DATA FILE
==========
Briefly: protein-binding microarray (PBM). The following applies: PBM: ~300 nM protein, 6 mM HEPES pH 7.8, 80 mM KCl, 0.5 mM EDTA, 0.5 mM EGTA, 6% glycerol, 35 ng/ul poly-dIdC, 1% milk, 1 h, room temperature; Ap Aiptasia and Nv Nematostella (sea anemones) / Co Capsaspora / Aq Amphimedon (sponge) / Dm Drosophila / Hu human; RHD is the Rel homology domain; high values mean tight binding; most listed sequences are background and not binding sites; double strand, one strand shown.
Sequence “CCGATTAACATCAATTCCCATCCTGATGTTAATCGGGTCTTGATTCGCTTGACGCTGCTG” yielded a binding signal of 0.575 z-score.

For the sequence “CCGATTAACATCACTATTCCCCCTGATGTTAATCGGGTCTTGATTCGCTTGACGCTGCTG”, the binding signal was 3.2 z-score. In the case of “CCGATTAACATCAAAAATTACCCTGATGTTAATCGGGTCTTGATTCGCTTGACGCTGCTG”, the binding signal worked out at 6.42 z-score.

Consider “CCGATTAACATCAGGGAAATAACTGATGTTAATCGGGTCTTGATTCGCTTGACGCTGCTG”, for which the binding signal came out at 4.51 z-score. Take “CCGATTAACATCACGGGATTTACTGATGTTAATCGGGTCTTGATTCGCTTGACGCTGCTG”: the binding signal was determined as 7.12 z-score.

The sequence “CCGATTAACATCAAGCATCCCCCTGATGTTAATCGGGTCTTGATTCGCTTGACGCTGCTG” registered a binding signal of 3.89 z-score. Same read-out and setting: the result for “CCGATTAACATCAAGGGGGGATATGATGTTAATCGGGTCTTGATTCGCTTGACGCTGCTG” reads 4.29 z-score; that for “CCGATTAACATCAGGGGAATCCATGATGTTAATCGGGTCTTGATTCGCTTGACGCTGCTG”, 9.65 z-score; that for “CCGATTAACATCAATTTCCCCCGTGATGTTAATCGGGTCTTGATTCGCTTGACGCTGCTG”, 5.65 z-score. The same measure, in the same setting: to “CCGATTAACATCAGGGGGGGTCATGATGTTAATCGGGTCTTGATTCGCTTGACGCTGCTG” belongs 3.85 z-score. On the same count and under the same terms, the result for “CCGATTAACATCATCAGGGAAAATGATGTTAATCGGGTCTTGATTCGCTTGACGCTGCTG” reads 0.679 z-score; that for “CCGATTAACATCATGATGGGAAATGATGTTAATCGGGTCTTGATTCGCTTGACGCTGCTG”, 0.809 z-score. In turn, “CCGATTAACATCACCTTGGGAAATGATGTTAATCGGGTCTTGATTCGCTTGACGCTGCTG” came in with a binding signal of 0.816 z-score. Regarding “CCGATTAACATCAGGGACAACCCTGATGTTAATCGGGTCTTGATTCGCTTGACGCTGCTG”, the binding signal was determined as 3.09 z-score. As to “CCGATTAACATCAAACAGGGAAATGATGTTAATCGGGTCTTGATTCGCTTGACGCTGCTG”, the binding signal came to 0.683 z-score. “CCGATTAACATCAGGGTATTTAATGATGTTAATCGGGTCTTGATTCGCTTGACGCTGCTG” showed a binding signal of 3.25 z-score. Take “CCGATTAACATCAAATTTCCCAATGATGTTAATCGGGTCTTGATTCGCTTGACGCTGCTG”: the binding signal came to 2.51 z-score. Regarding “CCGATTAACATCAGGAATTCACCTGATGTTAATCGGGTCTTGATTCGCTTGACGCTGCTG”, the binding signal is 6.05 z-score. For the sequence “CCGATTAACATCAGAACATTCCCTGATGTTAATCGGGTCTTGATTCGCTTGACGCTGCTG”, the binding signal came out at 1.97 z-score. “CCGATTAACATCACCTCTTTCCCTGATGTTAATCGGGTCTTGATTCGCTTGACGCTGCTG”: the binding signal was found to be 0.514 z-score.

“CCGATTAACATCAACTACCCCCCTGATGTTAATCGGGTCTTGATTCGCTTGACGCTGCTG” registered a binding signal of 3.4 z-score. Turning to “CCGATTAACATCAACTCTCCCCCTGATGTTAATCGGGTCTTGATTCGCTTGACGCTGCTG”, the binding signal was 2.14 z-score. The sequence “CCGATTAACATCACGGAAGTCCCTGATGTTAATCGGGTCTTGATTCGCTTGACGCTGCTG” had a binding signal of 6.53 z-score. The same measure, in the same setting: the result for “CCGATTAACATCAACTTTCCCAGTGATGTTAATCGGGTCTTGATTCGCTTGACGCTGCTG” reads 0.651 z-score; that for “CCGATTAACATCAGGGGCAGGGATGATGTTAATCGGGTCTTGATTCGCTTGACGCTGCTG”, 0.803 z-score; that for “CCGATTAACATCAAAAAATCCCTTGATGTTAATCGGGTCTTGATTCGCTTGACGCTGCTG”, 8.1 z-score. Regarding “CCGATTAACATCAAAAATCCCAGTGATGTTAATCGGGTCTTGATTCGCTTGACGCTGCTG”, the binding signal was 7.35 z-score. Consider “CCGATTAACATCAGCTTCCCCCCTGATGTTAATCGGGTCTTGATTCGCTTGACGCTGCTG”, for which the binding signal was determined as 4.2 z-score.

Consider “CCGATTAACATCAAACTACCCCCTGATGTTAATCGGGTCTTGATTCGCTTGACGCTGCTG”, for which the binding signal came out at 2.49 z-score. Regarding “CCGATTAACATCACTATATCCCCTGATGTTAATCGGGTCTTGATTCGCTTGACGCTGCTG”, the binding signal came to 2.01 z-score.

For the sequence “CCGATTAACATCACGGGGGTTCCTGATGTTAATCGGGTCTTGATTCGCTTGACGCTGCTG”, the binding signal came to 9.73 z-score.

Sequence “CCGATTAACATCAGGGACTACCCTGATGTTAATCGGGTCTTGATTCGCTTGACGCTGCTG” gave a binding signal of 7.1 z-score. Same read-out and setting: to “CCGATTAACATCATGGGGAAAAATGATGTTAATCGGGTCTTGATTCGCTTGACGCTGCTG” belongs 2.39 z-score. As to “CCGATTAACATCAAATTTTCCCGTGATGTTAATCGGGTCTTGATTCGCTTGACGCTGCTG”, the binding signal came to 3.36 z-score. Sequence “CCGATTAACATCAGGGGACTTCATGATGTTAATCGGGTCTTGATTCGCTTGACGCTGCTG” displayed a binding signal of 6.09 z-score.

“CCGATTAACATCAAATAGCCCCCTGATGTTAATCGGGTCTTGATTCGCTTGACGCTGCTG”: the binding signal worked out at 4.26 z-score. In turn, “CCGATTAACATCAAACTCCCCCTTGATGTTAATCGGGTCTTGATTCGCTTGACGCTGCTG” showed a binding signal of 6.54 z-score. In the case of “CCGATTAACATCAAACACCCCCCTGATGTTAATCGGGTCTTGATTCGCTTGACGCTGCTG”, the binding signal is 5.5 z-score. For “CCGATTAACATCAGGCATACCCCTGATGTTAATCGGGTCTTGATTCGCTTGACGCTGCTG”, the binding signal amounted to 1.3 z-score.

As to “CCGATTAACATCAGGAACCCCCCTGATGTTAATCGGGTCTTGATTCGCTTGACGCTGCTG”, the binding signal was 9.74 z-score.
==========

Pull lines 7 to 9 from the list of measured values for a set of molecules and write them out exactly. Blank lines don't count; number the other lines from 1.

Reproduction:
Consider “CCGATTAACATCAAACTACCCCCTGATGTTAATCGGGTCTTGATTCGCTTGACGCTGCTG”, for which the binding signal came out at 2.49 z-score. Regarding “CCGATTAACATCACTATATCCCCTGATGTTAATCGGGTCTTGATTCGCTTGACGCTGCTG”, the binding signal came to 2.01 z-score.

For the sequence “CCGATTAACATCACGGGGGTTCCTGATGTTAATCGGGTCTTGATTCGCTTGACGCTGCTG”, the binding signal came to 9.73 z-score.

Sequence “CCGATTAACATCAGGGACTACCCTGATGTTAATCGGGTCTTGATTCGCTTGACGCTGCTG” gave a binding signal of 7.1 z-score. Same read-out and setting: to “CCGATTAACATCATGGGGAAAAATGATGTTAATCGGGTCTTGATTCGCTTGACGCTGCTG” belongs 2.39 z-score. As to “CCGATTAACATCAAATTTTCCCGTGATGTTAATCGGGTCTTGATTCGCTTGACGCTGCTG”, the binding signal came to 3.36 z-score. Sequence “CCGATTAACATCAGGGGACTTCATGATGTTAATCGGGTCTTGATTCGCTTGACGCTGCTG” displayed a binding signal of 6.09 z-score.